After escitalopram treatment, the most prominent feature was disappearance of prolonged PTP50 seen initially (Figure 1).
In the PERG test, after treatment, significant shortening of PTP50 was achieved (p = 0.03). The amplitudes of AP50 and AN95 did not change significantly after treatment (p = 0.55, p = 0.73, respectively).
Figure 2 shows PERG results of an MD patient with significant shortening of PTP50 after escitalopram treatment in com-parison to the peak time of theP50 wave before treatment.
In the MD group after treatment a significant reduction of HAMD score was detected in comparison to the initial value (26.4 ±6.6 versus 15.3 ±4.9; p = 0.0001*).
Correlation analysis of PERG parameters and HAMD score before and after treatment and after treatment (n = 21 pa-tients) is shown in Table V.
Correlations between analyzed PERG parameters and HAMD score before treatment and after treatment were not found (Spearman rank test; p > 0.05).
After escitalopram treatment, in four MD patients improvement from severe to mild depression and in one patient from severe to normal was achieved. In these patients a statistically significant positive correlation between reduction of HAMD score and PTP50 was observed (p = 0.04).


Our study results suggest that in patients with MD treated with escitalopram, the improvement of macular cone system function can be registered and manifested by significant shortening of the PTP50 wave (Figures 1, 2). The amplitudes of P50 and N95 waves did not change significantly and indicate that ganglion cells function remains abnormal. In the monoamine deficiency hypothesis, MD pathophysiology is connected with a deficit in neurotransmission of serotonin, norepinephrine and dopamine [12-14]. Serotonin is detected in the mammalian retina and is involved in retinal neurotransmission. Anatom-ical studies demonstrated that mammalian retinas receive inputs from the brain via retinopetal axons emerging from the optic nerve [15]. This chemical messenger is targeted by a broad range of antidepressant drugs such as escitalopram mediating the serotoninergic neurotransmission. Tryptophan hydroxylase 1 (Tph1) is responsible for serotonin synthesis in the retina [16].The levels of endogenous serotonin in mammalian retinas are relatively low, approximately 10% of the levels of an amacrine cell neurotransmitter, dopamine. Low levels of endogenous serotonin suggest that this neurotransmitter is used by a sparse population of retinopetal axons rather than amacrine cells. Since serotonin receptors are detected not only in the ganglion cells but also in cone photoreceptors (5-HT2A receptor) in mammalian retinas [17], it may be possible that stimulation of the serotoninergic pathway can impact the PERG recording, as was shown in escitalopram responder MD pa-tients in our study. It is commonly know that a change of the PTP50 wave in PERG examination is associated with dysfunc-tion of the outer retinal layer (cone photoreceptors, bipolar cells) of the macular region [18]. It is also known that the electroretinographic photopic b-wave originates from bipolar cells but after cone photoreceptor stimulation. We think that in the present study the prolonged PTP50 albeit not significant in MD patients in comparison to controls is a result of the reduced level of serotonin in the brain (Table II). It was demonstrated previously that patients with depressive symp-toms have increased photopic b-wave implicit time [19]. From another study it is known that Tph2 knockin (Tph2-K1) mice have reduction of 80% in brain serotonin and express depression-related behavioral abnormalities [20] and are characterized by an increase of photopic ERG b-wave implicit time [21]. The genetic mutation of Tph2-K1 mice does not affect the serotonin content in the retina. It suggests that a decrease in brain serotonin might be sufficient to modify the photopic b-wave implicit time via retinopetal axons. A longer photopic b-wave implicit time was also observed during depressive episodes in seasonal affective disorder [22]. Consequently, increase of serotonin level in the brain after escitalopram treatment was a cause of shortening of the PTP50 wave in PERG examination, which was shown for the first time in our study (Table IV, Figures 1, 2). It remains unsolved why the increase of serotonin level in the brain after treatment did not change reduced amplitudes of P50 and N95 waves seen initially which are mainly of ganglion cell origin. One possible explanation is the fact that alt-hough retinopetal axons terminate in the inner retina, their targets are often in the outer retina where serotonin receptors are located (photoreceptor terminals). Additionally, the probable lack of the increase of retinal serotonin after escitalopram treatment might also be responsible for unchanged retinal ganglion cell function.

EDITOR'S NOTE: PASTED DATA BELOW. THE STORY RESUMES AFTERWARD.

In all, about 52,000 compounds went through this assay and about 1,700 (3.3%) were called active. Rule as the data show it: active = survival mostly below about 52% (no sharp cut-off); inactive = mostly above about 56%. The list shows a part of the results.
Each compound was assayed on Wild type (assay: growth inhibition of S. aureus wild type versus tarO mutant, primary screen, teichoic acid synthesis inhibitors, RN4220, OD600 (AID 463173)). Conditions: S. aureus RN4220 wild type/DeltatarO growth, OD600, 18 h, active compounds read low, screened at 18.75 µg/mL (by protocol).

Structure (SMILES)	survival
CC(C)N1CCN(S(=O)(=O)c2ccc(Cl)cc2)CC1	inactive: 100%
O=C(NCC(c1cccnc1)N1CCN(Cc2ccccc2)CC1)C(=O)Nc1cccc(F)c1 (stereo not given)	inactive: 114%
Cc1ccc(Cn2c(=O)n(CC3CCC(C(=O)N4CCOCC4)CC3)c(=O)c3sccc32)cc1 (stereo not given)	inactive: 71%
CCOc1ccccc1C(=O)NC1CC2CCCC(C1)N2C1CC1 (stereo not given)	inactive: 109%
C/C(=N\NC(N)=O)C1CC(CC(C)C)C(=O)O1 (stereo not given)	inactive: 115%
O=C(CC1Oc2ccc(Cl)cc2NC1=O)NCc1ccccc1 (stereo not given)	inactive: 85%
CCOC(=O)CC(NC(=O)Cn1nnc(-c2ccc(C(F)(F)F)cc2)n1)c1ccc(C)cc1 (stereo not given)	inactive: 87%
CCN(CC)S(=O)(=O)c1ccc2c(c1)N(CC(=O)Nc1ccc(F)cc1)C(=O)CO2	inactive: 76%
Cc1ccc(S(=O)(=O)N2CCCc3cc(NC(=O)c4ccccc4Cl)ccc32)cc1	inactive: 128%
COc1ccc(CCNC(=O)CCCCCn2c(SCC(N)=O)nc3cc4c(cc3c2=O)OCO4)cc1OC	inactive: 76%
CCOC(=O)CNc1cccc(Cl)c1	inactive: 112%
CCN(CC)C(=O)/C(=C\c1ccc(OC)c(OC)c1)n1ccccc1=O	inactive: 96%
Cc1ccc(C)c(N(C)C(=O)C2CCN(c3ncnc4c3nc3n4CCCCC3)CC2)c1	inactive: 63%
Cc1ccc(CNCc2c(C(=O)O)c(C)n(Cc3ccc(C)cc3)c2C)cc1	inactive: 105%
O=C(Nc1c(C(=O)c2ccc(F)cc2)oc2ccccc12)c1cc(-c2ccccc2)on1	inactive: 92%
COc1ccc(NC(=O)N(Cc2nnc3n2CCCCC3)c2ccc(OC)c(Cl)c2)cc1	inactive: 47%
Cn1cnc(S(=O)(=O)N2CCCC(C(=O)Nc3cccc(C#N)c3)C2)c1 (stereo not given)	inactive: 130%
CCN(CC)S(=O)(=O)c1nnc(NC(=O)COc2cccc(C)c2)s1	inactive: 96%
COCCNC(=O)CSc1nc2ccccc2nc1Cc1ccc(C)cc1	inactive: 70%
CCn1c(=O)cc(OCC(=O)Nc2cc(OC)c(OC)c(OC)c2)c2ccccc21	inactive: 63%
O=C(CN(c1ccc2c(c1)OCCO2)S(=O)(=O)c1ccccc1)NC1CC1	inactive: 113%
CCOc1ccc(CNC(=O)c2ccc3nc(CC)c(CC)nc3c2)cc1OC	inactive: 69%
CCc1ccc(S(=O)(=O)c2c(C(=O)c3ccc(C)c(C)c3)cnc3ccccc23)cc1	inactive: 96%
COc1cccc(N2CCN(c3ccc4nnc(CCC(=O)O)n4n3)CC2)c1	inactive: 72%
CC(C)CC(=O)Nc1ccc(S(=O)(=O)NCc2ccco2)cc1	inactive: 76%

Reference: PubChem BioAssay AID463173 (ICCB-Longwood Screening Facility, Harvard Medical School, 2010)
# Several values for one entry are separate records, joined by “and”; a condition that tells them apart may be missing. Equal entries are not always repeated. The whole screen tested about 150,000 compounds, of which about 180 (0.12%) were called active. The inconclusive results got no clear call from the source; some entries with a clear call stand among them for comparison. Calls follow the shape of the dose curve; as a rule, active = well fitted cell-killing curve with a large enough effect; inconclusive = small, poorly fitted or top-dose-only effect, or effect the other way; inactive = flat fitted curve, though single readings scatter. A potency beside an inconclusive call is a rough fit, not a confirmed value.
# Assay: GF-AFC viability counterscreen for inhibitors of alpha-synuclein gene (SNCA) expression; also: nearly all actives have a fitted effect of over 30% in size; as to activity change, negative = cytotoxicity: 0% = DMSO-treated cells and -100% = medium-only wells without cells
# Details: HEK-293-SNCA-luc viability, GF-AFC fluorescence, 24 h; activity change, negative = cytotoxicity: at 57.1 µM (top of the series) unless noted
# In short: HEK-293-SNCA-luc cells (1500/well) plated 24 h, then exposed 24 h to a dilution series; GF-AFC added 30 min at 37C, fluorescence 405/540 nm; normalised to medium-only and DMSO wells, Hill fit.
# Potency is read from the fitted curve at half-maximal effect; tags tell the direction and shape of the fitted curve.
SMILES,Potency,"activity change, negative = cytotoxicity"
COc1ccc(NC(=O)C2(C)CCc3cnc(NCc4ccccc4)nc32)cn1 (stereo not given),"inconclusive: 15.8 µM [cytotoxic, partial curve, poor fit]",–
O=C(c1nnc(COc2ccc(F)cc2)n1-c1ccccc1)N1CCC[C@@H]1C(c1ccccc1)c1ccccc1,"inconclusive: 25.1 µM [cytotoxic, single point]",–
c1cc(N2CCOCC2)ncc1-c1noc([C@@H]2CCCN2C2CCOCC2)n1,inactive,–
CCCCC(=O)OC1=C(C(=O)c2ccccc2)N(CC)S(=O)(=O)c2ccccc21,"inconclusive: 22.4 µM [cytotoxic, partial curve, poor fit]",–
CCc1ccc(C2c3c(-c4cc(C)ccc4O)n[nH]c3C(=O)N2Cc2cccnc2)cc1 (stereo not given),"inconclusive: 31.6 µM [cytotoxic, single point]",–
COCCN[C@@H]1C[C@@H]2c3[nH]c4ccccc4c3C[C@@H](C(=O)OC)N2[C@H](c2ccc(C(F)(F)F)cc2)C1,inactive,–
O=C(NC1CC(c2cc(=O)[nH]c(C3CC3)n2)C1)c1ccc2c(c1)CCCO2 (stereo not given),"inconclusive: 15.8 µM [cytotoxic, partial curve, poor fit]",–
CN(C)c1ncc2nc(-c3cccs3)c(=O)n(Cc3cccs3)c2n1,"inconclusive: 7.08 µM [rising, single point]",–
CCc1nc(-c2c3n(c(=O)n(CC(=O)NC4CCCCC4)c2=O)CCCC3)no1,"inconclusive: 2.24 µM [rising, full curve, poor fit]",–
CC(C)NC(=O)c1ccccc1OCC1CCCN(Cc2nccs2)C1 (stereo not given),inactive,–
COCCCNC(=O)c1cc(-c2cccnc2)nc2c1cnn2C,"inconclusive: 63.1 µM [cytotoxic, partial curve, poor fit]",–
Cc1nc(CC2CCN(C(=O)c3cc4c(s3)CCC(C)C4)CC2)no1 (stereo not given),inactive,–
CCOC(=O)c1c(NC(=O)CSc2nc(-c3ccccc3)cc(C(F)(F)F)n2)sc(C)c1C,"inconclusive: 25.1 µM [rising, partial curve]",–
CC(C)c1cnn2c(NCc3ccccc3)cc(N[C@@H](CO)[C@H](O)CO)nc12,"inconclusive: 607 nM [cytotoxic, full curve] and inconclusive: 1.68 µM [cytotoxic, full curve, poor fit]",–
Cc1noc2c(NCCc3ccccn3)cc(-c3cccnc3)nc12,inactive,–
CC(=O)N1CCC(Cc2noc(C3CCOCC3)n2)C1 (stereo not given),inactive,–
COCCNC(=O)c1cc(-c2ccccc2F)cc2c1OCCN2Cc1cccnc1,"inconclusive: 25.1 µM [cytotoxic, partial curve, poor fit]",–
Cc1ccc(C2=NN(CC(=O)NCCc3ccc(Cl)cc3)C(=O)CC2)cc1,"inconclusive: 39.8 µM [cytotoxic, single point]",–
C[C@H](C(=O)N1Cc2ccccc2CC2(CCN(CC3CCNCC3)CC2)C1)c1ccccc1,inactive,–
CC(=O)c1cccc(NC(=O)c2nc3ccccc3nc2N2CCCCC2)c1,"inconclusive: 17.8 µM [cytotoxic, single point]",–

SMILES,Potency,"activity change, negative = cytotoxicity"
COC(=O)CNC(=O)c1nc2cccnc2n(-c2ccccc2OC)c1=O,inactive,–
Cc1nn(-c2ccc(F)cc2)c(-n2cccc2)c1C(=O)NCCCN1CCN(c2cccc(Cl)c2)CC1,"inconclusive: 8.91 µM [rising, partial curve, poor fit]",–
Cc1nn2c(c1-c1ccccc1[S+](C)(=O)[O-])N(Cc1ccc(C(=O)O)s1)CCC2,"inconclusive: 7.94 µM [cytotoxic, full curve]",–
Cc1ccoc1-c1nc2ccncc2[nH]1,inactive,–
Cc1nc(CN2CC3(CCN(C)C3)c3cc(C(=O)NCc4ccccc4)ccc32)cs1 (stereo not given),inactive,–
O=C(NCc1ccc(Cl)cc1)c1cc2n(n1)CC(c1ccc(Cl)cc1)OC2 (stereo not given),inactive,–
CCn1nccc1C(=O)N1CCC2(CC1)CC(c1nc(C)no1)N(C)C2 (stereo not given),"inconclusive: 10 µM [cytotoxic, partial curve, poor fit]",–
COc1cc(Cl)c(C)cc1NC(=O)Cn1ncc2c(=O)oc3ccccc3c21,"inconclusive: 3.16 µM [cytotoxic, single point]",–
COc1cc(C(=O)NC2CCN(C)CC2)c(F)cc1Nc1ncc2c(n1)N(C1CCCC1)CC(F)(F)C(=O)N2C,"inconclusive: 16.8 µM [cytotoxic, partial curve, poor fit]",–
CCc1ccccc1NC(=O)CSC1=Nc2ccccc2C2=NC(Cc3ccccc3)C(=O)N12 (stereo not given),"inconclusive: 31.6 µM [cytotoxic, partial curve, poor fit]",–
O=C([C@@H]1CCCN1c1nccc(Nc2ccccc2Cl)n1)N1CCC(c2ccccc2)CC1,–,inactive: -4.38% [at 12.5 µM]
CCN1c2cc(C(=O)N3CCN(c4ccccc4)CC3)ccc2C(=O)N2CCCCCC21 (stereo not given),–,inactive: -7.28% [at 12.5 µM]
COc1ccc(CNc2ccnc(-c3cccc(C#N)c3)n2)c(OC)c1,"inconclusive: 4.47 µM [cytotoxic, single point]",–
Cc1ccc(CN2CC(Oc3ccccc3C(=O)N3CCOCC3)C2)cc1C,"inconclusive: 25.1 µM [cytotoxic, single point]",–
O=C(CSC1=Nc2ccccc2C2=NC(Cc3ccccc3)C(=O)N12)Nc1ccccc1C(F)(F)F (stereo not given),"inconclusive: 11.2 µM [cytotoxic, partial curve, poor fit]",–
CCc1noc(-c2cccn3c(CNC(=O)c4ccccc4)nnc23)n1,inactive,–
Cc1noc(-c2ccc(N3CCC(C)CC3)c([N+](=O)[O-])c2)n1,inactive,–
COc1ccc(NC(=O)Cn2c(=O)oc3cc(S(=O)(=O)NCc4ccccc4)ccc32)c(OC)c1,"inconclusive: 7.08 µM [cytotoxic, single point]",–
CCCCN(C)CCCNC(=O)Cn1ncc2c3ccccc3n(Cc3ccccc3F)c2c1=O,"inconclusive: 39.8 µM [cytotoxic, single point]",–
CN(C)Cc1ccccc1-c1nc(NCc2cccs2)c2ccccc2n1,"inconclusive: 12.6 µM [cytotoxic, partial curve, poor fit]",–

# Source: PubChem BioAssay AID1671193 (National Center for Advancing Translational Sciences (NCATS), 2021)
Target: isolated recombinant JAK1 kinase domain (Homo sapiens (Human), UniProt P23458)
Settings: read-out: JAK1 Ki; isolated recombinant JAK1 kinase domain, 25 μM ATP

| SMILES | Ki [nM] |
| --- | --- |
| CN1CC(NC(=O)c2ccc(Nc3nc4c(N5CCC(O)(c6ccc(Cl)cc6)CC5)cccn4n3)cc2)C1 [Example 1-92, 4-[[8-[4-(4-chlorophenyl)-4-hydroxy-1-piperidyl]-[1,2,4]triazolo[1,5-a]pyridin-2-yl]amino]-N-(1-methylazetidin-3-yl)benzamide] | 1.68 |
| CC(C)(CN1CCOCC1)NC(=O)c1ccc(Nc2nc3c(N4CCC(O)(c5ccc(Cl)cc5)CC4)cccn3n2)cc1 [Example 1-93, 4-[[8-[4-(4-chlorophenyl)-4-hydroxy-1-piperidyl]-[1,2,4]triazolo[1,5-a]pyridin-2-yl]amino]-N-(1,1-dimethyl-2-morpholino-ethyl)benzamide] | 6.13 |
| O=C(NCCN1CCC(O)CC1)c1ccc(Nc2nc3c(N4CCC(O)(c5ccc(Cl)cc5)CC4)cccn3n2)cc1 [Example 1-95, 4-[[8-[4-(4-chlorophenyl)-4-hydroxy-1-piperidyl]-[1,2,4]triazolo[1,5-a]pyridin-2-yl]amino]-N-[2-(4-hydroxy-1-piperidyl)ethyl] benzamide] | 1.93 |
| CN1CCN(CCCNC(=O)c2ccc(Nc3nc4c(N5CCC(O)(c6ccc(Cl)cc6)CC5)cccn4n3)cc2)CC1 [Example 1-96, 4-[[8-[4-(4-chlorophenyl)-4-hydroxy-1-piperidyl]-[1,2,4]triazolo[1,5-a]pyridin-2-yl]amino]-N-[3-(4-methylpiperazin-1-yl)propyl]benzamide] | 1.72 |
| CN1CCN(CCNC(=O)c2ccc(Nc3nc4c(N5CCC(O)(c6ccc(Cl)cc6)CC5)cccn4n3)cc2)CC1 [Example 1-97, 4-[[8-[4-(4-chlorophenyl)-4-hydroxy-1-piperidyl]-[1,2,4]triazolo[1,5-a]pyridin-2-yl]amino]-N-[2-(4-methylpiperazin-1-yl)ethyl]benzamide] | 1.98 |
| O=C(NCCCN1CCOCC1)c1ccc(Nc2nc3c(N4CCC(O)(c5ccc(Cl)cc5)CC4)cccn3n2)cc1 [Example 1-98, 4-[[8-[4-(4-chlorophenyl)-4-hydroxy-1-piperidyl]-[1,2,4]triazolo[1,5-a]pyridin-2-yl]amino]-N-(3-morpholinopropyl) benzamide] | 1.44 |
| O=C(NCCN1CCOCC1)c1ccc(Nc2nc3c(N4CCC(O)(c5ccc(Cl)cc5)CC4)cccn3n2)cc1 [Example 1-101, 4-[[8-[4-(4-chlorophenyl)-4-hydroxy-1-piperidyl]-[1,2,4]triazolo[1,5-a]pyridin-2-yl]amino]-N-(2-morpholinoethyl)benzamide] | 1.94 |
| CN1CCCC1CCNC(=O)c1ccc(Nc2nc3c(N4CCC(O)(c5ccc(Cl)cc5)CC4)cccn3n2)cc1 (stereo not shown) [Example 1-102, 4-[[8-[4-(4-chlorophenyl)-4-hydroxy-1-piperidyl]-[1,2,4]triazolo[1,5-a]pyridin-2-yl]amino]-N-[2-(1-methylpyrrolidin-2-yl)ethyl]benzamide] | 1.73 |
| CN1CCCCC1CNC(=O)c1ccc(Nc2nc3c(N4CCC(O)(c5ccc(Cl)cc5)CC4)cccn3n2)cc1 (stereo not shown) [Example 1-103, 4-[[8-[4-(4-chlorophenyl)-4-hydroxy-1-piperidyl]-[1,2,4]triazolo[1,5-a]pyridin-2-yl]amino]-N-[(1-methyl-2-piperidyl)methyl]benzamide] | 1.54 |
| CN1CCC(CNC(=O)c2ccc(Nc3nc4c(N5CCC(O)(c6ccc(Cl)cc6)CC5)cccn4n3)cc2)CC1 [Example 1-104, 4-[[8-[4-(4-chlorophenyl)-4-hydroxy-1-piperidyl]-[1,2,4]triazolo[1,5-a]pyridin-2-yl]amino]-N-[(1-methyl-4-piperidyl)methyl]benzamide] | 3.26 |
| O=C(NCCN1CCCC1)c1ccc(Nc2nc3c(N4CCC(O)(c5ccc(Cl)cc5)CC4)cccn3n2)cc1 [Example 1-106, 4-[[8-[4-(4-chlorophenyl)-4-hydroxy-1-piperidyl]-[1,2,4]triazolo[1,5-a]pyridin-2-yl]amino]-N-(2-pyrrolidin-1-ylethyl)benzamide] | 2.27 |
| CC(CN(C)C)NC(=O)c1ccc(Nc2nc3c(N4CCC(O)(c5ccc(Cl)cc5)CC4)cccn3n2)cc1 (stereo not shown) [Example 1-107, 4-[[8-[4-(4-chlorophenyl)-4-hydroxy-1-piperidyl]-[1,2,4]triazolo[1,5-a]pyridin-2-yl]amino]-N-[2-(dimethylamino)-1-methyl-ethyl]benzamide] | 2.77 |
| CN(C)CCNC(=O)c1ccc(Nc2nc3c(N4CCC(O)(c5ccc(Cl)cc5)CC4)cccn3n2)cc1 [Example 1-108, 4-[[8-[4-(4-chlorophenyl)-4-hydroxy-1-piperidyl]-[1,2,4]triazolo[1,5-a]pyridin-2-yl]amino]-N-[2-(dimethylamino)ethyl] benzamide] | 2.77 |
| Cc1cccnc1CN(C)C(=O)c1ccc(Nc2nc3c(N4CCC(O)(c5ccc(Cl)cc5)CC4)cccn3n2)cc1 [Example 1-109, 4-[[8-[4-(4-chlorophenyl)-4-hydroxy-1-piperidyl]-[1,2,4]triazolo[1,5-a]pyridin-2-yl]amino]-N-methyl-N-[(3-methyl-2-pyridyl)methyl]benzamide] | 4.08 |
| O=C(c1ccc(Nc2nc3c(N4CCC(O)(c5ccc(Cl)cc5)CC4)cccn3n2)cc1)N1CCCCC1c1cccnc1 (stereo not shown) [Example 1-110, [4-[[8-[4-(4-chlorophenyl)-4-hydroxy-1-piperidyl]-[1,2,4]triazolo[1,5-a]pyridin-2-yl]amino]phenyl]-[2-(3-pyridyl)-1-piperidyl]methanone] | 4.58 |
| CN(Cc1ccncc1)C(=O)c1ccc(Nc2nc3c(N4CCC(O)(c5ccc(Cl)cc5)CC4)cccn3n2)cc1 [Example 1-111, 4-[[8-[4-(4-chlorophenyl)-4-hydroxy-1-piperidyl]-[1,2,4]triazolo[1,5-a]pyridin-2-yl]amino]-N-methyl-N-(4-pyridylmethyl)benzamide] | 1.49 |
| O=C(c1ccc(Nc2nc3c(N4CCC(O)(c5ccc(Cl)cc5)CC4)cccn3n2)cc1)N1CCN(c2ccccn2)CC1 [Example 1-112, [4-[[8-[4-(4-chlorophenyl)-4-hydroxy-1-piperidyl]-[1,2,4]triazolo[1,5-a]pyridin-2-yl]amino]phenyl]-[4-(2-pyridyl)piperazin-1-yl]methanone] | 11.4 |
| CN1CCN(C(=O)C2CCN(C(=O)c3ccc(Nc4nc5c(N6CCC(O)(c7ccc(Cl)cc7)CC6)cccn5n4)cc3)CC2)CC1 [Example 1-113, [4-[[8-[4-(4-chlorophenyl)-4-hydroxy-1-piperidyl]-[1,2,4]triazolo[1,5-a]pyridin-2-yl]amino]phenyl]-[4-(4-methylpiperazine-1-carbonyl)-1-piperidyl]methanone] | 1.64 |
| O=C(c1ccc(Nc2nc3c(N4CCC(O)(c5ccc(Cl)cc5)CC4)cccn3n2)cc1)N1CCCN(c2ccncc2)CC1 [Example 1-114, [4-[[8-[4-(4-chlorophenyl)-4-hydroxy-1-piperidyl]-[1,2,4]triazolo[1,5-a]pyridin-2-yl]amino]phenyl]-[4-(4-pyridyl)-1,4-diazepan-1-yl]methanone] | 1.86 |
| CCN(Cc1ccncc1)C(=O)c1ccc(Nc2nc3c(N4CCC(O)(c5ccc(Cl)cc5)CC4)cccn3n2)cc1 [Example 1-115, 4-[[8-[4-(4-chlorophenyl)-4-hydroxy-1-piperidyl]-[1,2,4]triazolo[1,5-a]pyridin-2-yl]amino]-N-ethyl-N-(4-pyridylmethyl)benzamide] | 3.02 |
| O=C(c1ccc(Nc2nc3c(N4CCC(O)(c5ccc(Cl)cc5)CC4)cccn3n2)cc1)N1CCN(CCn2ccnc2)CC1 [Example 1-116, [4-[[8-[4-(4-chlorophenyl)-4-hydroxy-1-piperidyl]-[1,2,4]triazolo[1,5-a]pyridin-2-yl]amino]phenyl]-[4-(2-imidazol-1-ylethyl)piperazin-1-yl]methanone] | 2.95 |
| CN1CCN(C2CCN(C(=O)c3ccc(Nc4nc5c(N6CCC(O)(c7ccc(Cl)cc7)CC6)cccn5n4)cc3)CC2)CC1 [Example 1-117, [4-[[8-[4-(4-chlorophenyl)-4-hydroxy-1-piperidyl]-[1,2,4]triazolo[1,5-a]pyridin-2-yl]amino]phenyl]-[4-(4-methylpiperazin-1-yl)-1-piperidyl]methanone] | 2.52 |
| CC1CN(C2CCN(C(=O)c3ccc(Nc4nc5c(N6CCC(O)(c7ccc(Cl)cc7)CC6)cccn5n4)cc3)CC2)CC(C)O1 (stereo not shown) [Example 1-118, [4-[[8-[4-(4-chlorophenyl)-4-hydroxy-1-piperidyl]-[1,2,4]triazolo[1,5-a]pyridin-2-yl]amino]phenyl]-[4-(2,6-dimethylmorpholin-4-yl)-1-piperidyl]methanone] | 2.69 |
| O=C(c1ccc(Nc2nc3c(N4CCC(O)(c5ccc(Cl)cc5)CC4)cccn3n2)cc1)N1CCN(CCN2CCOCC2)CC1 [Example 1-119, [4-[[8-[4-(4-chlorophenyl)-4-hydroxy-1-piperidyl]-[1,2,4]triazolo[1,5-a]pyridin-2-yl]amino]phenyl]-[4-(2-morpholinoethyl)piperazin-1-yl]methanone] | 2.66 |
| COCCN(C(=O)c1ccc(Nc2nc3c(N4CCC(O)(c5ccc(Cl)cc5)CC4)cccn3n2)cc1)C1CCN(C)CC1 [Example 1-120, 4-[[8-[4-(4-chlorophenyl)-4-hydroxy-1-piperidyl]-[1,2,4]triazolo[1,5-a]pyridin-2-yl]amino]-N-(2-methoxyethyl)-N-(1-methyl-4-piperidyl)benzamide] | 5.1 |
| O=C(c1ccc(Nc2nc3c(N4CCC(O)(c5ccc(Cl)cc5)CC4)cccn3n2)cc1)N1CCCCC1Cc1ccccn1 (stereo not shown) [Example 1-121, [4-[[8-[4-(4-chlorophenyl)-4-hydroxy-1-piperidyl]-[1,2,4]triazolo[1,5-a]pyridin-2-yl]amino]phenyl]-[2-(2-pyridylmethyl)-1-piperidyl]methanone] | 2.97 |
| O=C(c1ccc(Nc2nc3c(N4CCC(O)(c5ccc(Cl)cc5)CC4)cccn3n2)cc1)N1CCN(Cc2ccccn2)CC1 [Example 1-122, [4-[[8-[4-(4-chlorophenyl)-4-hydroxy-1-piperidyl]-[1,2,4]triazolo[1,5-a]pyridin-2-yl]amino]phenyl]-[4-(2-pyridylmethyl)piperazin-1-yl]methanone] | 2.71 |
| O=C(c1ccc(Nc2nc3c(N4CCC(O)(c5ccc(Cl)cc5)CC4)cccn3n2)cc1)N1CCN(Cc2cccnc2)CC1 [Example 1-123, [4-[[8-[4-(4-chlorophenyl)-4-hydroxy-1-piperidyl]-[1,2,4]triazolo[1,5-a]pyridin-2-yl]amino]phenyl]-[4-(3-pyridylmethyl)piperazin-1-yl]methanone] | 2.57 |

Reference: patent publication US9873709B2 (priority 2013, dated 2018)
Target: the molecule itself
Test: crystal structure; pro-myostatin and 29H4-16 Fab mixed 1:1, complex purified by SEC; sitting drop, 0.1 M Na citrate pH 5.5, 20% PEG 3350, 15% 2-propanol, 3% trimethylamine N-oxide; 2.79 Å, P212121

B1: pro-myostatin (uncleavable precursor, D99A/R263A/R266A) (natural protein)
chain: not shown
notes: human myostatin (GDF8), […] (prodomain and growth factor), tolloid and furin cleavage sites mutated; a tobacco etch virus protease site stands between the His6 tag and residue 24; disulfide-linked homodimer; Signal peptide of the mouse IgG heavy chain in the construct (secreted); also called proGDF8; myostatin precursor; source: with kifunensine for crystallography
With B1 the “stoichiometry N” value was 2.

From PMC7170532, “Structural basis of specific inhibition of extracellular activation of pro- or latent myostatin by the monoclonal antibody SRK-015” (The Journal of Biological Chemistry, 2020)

After escitalopram application in all patients a decrease of HAMD score was noted and indicates efficacy of this drug in MD treatment. In the whole group HAMD score improvement was not correlated with PERG parameters (Table V). When patients were analyzed separately, in 5 MD patients in whom improvement from severe to mild depression or normal was detected, a statistically significant positive correlation between reduction of HAMD score and PTP50 was observed (p = 0.04). The data we obtained are in line with previous observations [9] that PERG can be an important method for assessing re-sponses to treatment in major depression. There are not enough data to say why PTP50 is an indicator of improvement. According to observations by Bulb et al. [28], higher sensitivity of depressive symptoms correlates with higher VEP ampli-tude, but the PERG signal is more sensitive. As the PERG study on depression is a new area, there is no information on PTP50 as an indicator of the severity of depression. It is worth noting that the observations we have made concern a small group.
In conclusion, our study results suggest that in patients with major depression, the improvement of bioelectrical macular cone system function was detected after escitalopram treatment. The ISCEV PERG has a potential value to be useful, objec-tive test in estimation of the treatment success. Investigations on a larger group of patients are necessary to confirm our promising initial results. Additional studies are also necessary to clarify the interaction between neurotransmitters in the retina and in the brain and how they relate to the pathogenesis of MD.


The authors declare no conflict of interest.